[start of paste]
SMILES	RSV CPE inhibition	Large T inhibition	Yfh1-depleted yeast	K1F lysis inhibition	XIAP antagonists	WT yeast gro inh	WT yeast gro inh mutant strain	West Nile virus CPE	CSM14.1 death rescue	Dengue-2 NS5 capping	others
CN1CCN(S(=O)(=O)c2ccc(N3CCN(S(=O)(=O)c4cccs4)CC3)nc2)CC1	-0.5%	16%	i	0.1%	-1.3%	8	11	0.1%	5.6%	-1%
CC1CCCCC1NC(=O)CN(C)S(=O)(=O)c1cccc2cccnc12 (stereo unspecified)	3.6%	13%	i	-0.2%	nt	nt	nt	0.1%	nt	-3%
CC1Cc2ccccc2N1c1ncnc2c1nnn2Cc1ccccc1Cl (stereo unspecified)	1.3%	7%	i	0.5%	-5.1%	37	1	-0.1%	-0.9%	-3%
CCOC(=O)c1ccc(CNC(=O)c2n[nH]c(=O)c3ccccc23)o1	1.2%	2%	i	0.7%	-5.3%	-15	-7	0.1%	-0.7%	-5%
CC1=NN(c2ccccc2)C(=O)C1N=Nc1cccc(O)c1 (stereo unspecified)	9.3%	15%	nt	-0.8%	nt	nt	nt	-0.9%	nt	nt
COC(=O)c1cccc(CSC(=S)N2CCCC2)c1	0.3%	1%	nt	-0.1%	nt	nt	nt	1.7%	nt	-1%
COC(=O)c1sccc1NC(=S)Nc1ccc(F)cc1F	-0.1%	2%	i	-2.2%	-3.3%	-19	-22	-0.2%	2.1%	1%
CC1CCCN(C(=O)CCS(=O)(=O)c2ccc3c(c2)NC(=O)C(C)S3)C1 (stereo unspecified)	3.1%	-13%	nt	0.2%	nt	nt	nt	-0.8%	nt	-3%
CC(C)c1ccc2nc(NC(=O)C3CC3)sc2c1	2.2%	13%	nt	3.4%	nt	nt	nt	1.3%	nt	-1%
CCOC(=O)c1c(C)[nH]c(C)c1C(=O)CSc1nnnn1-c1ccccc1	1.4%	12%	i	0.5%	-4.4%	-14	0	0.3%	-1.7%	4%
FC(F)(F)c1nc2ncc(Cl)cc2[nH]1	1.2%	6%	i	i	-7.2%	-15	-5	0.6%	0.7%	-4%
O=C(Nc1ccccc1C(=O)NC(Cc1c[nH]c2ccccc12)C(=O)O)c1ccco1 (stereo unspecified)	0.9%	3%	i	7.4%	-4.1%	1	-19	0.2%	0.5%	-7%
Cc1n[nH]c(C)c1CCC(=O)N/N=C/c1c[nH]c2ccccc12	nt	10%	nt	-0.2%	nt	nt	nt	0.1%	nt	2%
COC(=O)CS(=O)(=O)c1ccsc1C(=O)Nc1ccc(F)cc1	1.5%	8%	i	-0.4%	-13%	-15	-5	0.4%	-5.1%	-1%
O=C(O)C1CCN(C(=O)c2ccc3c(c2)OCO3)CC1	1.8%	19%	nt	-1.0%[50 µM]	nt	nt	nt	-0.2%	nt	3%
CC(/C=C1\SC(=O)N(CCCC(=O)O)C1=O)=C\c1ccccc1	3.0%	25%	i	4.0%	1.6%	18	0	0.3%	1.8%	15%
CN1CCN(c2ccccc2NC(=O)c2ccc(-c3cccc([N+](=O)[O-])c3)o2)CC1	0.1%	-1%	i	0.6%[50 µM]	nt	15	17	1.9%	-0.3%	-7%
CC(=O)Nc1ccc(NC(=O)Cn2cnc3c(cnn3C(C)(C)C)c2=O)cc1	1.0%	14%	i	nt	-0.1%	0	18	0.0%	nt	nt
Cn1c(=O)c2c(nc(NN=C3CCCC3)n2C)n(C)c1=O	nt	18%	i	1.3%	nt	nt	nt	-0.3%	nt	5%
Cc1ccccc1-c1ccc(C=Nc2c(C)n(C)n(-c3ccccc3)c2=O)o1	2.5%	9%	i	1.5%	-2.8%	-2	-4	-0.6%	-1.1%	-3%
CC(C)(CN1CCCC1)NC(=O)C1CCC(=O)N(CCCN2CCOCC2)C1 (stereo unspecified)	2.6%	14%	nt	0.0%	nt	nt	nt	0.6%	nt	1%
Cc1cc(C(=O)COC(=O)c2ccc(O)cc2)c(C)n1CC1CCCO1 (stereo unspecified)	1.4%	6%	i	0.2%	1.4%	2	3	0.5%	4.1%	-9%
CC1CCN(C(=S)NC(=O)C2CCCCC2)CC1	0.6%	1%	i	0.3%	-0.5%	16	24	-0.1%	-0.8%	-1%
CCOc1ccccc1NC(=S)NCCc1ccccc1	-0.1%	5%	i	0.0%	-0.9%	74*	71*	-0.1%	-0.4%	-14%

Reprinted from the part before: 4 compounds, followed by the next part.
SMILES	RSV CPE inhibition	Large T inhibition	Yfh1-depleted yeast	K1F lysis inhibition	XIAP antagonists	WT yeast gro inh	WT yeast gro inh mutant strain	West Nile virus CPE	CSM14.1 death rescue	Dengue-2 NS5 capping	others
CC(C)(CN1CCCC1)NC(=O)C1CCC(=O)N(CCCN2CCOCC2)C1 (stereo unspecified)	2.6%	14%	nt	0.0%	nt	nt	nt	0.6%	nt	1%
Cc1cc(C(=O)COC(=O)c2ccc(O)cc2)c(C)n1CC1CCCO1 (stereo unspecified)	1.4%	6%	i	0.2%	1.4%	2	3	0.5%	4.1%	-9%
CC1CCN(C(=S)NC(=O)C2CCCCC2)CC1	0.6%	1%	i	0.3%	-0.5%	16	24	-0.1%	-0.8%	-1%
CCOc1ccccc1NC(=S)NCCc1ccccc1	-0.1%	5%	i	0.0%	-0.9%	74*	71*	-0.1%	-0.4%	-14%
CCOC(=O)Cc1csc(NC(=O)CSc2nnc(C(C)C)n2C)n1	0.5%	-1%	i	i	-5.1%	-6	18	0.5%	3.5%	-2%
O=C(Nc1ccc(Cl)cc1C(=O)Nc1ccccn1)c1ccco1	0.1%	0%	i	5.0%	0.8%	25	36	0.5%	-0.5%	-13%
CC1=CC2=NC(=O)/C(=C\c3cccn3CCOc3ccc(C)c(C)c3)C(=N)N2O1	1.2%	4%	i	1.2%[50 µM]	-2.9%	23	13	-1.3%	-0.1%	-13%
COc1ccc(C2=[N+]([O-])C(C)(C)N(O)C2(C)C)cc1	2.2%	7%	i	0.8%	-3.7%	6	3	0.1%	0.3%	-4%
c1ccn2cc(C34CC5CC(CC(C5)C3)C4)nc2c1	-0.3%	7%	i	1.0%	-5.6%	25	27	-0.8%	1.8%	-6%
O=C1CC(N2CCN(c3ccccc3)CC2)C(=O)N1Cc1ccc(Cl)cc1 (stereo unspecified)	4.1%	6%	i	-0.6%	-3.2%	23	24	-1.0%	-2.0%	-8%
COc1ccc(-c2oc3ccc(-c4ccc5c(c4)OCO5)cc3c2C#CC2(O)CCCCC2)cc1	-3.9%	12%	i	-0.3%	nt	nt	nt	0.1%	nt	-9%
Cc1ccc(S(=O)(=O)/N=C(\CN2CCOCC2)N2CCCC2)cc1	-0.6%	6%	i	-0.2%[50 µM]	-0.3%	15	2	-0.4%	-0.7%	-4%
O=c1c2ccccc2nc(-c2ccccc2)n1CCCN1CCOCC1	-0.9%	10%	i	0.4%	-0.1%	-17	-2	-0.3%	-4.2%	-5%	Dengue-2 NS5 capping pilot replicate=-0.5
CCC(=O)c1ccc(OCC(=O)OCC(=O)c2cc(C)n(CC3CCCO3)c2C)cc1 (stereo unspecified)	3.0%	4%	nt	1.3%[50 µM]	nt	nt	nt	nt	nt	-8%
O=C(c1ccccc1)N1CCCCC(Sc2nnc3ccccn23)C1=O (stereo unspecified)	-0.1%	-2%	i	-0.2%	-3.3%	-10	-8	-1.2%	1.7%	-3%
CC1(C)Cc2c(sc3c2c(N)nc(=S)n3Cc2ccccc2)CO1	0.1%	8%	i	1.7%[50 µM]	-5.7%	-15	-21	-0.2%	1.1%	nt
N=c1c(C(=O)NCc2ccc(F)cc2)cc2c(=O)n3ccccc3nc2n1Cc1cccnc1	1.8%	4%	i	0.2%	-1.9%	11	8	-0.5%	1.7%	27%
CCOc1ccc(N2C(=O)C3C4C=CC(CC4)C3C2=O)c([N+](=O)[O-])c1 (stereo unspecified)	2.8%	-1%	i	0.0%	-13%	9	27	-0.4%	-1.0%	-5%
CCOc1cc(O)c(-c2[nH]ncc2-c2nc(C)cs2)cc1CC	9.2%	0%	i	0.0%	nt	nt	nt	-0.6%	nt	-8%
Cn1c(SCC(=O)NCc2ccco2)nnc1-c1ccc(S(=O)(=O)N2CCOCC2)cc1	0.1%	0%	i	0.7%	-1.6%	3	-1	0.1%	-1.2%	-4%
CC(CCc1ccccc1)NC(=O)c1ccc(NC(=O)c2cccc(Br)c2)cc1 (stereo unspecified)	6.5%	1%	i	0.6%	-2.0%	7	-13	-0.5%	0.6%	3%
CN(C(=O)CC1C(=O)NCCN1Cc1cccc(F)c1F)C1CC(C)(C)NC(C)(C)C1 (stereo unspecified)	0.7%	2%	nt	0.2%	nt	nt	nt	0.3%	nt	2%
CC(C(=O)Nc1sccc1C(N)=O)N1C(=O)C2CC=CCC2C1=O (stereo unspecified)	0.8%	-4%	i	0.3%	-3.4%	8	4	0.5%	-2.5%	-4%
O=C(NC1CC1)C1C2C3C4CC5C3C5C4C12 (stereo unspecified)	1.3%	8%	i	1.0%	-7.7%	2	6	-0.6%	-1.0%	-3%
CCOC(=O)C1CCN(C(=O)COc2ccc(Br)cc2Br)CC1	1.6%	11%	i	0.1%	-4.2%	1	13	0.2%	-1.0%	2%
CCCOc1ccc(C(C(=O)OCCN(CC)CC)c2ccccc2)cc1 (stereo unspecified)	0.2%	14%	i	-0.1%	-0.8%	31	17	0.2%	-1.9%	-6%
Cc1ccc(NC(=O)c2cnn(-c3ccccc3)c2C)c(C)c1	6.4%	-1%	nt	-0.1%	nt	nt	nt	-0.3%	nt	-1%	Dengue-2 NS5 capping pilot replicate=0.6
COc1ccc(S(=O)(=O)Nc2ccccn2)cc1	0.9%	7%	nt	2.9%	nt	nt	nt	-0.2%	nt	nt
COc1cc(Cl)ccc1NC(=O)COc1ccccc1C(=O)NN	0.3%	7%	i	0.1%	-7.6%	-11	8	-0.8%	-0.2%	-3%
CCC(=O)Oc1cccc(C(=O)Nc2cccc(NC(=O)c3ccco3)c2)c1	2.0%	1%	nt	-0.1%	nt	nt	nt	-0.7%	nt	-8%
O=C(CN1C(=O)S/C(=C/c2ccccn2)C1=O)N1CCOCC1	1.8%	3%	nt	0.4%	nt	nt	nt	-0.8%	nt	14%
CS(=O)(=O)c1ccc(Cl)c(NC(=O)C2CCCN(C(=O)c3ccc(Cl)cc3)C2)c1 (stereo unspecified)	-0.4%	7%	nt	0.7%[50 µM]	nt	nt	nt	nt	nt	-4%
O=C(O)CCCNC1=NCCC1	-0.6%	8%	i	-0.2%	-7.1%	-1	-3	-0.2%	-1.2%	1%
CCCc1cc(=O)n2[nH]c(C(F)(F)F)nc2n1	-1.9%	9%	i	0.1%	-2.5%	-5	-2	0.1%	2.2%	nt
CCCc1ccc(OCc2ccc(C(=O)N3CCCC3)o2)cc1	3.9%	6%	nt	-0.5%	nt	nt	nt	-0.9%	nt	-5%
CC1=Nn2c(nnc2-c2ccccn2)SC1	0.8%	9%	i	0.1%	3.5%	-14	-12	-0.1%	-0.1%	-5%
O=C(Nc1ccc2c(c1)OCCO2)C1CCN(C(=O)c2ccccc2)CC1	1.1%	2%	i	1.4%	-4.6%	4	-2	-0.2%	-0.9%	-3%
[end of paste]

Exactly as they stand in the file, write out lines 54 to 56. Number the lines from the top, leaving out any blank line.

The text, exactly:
Cc1ccc(NC(=O)c2cnn(-c3ccccc3)c2C)c(C)c1	6.4%	-1%	nt	-0.1%	nt	nt	nt	-0.3%	nt	-1%	Dengue-2 NS5 capping pilot replicate=0.6
COc1ccc(S(=O)(=O)Nc2ccccn2)cc1	0.9%	7%	nt	2.9%	nt	nt	nt	-0.2%	nt	nt
COc1cc(Cl)ccc1NC(=O)COc1ccccc1C(=O)NN	0.3%	7%	i	0.1%	-7.6%	-11	8	-0.8%	-0.2%	-3%